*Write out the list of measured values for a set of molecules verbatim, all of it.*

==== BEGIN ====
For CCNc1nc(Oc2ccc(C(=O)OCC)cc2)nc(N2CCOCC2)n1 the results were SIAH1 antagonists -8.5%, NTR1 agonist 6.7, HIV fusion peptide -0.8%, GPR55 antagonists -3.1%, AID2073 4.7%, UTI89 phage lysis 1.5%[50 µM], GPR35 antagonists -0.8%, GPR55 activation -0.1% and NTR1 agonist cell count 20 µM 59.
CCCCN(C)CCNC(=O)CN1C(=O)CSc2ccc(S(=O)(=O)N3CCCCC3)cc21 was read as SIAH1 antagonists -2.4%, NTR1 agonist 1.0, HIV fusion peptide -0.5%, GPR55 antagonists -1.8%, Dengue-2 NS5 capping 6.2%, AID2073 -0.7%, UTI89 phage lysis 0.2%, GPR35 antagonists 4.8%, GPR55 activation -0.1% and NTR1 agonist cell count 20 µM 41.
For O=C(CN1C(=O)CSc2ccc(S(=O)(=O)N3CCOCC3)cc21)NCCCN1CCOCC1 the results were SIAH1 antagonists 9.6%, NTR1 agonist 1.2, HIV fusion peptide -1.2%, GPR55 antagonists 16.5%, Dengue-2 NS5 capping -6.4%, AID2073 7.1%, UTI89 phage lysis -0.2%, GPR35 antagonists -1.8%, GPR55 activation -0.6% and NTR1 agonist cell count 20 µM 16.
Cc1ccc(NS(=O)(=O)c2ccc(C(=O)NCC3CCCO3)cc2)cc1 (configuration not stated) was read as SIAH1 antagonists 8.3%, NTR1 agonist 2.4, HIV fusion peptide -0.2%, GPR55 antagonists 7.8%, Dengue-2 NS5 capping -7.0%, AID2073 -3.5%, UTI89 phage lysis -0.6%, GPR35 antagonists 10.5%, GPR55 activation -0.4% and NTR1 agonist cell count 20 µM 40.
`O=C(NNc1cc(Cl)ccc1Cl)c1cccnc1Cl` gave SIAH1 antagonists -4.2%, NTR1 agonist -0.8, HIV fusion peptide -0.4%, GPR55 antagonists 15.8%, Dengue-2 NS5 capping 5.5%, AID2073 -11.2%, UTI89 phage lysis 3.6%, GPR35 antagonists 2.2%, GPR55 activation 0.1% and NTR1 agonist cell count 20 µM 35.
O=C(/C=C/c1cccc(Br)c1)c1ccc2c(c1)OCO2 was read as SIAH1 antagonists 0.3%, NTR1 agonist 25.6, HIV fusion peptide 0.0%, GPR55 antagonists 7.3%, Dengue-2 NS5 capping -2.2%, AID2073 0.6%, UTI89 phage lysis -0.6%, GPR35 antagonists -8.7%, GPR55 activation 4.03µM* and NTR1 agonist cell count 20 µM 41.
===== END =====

For CCNc1nc(Oc2ccc(C(=O)OCC)cc2)nc(N2CCOCC2)n1 the results were SIAH1 antagonists -8.5%, NTR1 agonist 6.7, HIV fusion peptide -0.8%, GPR55 antagonists -3.1%, AID2073 4.7%, UTI89 phage lysis 1.5%[50 µM], GPR35 antagonists -0.8%, GPR55 activation -0.1% and NTR1 agonist cell count 20 µM 59.
CCCCN(C)CCNC(=O)CN1C(=O)CSc2ccc(S(=O)(=O)N3CCCCC3)cc21 was read as SIAH1 antagonists -2.4%, NTR1 agonist 1.0, HIV fusion peptide -0.5%, GPR55 antagonists -1.8%, Dengue-2 NS5 capping 6.2%, AID2073 -0.7%, UTI89 phage lysis 0.2%, GPR35 antagonists 4.8%, GPR55 activation -0.1% and NTR1 agonist cell count 20 µM 41.
For O=C(CN1C(=O)CSc2ccc(S(=O)(=O)N3CCOCC3)cc21)NCCCN1CCOCC1 the results were SIAH1 antagonists 9.6%, NTR1 agonist 1.2, HIV fusion peptide -1.2%, GPR55 antagonists 16.5%, Dengue-2 NS5 capping -6.4%, AID2073 7.1%, UTI89 phage lysis -0.2%, GPR35 antagonists -1.8%, GPR55 activation -0.6% and NTR1 agonist cell count 20 µM 16.
Cc1ccc(NS(=O)(=O)c2ccc(C(=O)NCC3CCCO3)cc2)cc1 (configuration not stated) was read as SIAH1 antagonists 8.3%, NTR1 agonist 2.4, HIV fusion peptide -0.2%, GPR55 antagonists 7.8%, Dengue-2 NS5 capping -7.0%, AID2073 -3.5%, UTI89 phage lysis -0.6%, GPR35 antagonists 10.5%, GPR55 activation -0.4% and NTR1 agonist cell count 20 µM 40.
`O=C(NNc1cc(Cl)ccc1Cl)c1cccnc1Cl` gave SIAH1 antagonists -4.2%, NTR1 agonist -0.8, HIV fusion peptide -0.4%, GPR55 antagonists 15.8%, Dengue-2 NS5 capping 5.5%, AID2073 -11.2%, UTI89 phage lysis 3.6%, GPR35 antagonists 2.2%, GPR55 activation 0.1% and NTR1 agonist cell count 20 µM 35.
O=C(/C=C/c1cccc(Br)c1)c1ccc2c(c1)OCO2 was read as SIAH1 antagonists 0.3%, NTR1 agonist 25.6, HIV fusion peptide 0.0%, GPR55 antagonists 7.3%, Dengue-2 NS5 capping -2.2%, AID2073 0.6%, UTI89 phage lysis -0.6%, GPR35 antagonists -8.7%, GPR55 activation 4.03µM* and NTR1 agonist cell count 20 µM 41.